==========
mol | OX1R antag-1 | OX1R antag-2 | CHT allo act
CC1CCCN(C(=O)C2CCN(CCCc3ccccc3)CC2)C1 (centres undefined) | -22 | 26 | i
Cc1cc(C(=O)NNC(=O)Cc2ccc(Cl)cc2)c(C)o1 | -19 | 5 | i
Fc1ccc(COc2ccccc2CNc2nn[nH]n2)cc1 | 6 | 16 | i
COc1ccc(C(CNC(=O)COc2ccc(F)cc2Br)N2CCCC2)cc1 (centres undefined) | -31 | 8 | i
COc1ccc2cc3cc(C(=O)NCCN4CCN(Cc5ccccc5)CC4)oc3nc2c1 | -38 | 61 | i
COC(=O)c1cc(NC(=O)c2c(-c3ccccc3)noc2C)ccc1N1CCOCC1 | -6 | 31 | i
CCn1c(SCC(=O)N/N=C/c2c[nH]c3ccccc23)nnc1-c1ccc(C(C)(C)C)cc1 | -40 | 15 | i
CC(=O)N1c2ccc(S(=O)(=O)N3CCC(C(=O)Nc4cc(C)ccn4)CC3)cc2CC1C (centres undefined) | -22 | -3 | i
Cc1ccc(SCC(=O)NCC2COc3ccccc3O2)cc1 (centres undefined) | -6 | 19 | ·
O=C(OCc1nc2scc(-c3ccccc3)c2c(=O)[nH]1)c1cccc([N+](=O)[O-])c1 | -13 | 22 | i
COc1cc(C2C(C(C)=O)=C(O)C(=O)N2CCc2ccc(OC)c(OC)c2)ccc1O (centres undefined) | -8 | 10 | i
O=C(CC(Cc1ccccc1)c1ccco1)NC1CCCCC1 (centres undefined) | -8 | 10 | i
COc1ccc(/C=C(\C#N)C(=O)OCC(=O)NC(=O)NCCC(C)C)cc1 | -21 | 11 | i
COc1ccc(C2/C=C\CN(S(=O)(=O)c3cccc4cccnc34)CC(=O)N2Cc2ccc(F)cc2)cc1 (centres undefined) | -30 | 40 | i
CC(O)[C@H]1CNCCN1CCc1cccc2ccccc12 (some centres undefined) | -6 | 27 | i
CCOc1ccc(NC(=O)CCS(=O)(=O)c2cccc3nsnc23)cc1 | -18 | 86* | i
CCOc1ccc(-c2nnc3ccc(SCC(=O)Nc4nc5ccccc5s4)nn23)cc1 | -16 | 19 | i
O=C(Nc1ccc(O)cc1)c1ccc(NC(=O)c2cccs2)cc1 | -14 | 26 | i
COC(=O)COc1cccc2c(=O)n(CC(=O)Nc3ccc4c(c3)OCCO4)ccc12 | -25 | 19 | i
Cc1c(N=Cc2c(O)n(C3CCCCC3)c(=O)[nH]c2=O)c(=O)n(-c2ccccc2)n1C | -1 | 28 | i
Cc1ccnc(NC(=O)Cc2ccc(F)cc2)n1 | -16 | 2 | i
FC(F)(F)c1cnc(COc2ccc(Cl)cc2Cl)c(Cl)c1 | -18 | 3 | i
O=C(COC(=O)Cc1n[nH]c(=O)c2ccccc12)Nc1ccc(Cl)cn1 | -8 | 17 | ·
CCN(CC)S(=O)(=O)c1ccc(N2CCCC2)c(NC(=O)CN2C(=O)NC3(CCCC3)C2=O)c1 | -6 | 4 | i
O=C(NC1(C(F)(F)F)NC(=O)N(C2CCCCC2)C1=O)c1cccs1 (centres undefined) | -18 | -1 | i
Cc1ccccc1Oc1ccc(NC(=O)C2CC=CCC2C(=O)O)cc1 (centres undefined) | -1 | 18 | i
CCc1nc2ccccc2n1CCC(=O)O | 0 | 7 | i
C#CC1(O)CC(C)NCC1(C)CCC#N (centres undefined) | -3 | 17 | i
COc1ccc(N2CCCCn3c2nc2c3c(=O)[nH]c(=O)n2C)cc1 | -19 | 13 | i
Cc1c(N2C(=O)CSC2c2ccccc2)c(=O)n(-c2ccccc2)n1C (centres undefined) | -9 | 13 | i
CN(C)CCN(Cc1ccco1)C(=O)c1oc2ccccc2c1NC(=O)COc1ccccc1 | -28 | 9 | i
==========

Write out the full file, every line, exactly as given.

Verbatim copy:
mol | OX1R antag-1 | OX1R antag-2 | CHT allo act
CC1CCCN(C(=O)C2CCN(CCCc3ccccc3)CC2)C1 (centres undefined) | -22 | 26 | i
Cc1cc(C(=O)NNC(=O)Cc2ccc(Cl)cc2)c(C)o1 | -19 | 5 | i
Fc1ccc(COc2ccccc2CNc2nn[nH]n2)cc1 | 6 | 16 | i
COc1ccc(C(CNC(=O)COc2ccc(F)cc2Br)N2CCCC2)cc1 (centres undefined) | -31 | 8 | i
COc1ccc2cc3cc(C(=O)NCCN4CCN(Cc5ccccc5)CC4)oc3nc2c1 | -38 | 61 | i
COC(=O)c1cc(NC(=O)c2c(-c3ccccc3)noc2C)ccc1N1CCOCC1 | -6 | 31 | i
CCn1c(SCC(=O)N/N=C/c2c[nH]c3ccccc23)nnc1-c1ccc(C(C)(C)C)cc1 | -40 | 15 | i
CC(=O)N1c2ccc(S(=O)(=O)N3CCC(C(=O)Nc4cc(C)ccn4)CC3)cc2CC1C (centres undefined) | -22 | -3 | i
Cc1ccc(SCC(=O)NCC2COc3ccccc3O2)cc1 (centres undefined) | -6 | 19 | ·
O=C(OCc1nc2scc(-c3ccccc3)c2c(=O)[nH]1)c1cccc([N+](=O)[O-])c1 | -13 | 22 | i
COc1cc(C2C(C(C)=O)=C(O)C(=O)N2CCc2ccc(OC)c(OC)c2)ccc1O (centres undefined) | -8 | 10 | i
O=C(CC(Cc1ccccc1)c1ccco1)NC1CCCCC1 (centres undefined) | -8 | 10 | i
COc1ccc(/C=C(\C#N)C(=O)OCC(=O)NC(=O)NCCC(C)C)cc1 | -21 | 11 | i
COc1ccc(C2/C=C\CN(S(=O)(=O)c3cccc4cccnc34)CC(=O)N2Cc2ccc(F)cc2)cc1 (centres undefined) | -30 | 40 | i
CC(O)[C@H]1CNCCN1CCc1cccc2ccccc12 (some centres undefined) | -6 | 27 | i
CCOc1ccc(NC(=O)CCS(=O)(=O)c2cccc3nsnc23)cc1 | -18 | 86* | i
CCOc1ccc(-c2nnc3ccc(SCC(=O)Nc4nc5ccccc5s4)nn23)cc1 | -16 | 19 | i
O=C(Nc1ccc(O)cc1)c1ccc(NC(=O)c2cccs2)cc1 | -14 | 26 | i
COC(=O)COc1cccc2c(=O)n(CC(=O)Nc3ccc4c(c3)OCCO4)ccc12 | -25 | 19 | i
Cc1c(N=Cc2c(O)n(C3CCCCC3)c(=O)[nH]c2=O)c(=O)n(-c2ccccc2)n1C | -1 | 28 | i
Cc1ccnc(NC(=O)Cc2ccc(F)cc2)n1 | -16 | 2 | i
FC(F)(F)c1cnc(COc2ccc(Cl)cc2Cl)c(Cl)c1 | -18 | 3 | i
O=C(COC(=O)Cc1n[nH]c(=O)c2ccccc12)Nc1ccc(Cl)cn1 | -8 | 17 | ·
CCN(CC)S(=O)(=O)c1ccc(N2CCCC2)c(NC(=O)CN2C(=O)NC3(CCCC3)C2=O)c1 | -6 | 4 | i
O=C(NC1(C(F)(F)F)NC(=O)N(C2CCCCC2)C1=O)c1cccs1 (centres undefined) | -18 | -1 | i
Cc1ccccc1Oc1ccc(NC(=O)C2CC=CCC2C(=O)O)cc1 (centres undefined) | -1 | 18 | i
CCc1nc2ccccc2n1CCC(=O)O | 0 | 7 | i
C#CC1(O)CC(C)NCC1(C)CCC#N (centres undefined) | -3 | 17 | i
COc1ccc(N2CCCCn3c2nc2c3c(=O)[nH]c(=O)n2C)cc1 | -19 | 13 | i
Cc1c(N2C(=O)CSC2c2ccccc2)c(=O)n(-c2ccccc2)n1C (centres undefined) | -9 | 13 | i
CN(C)CCN(Cc1ccco1)C(=O)c1oc2ccccc2c1NC(=O)COc1ccccc1 | -28 | 9 | i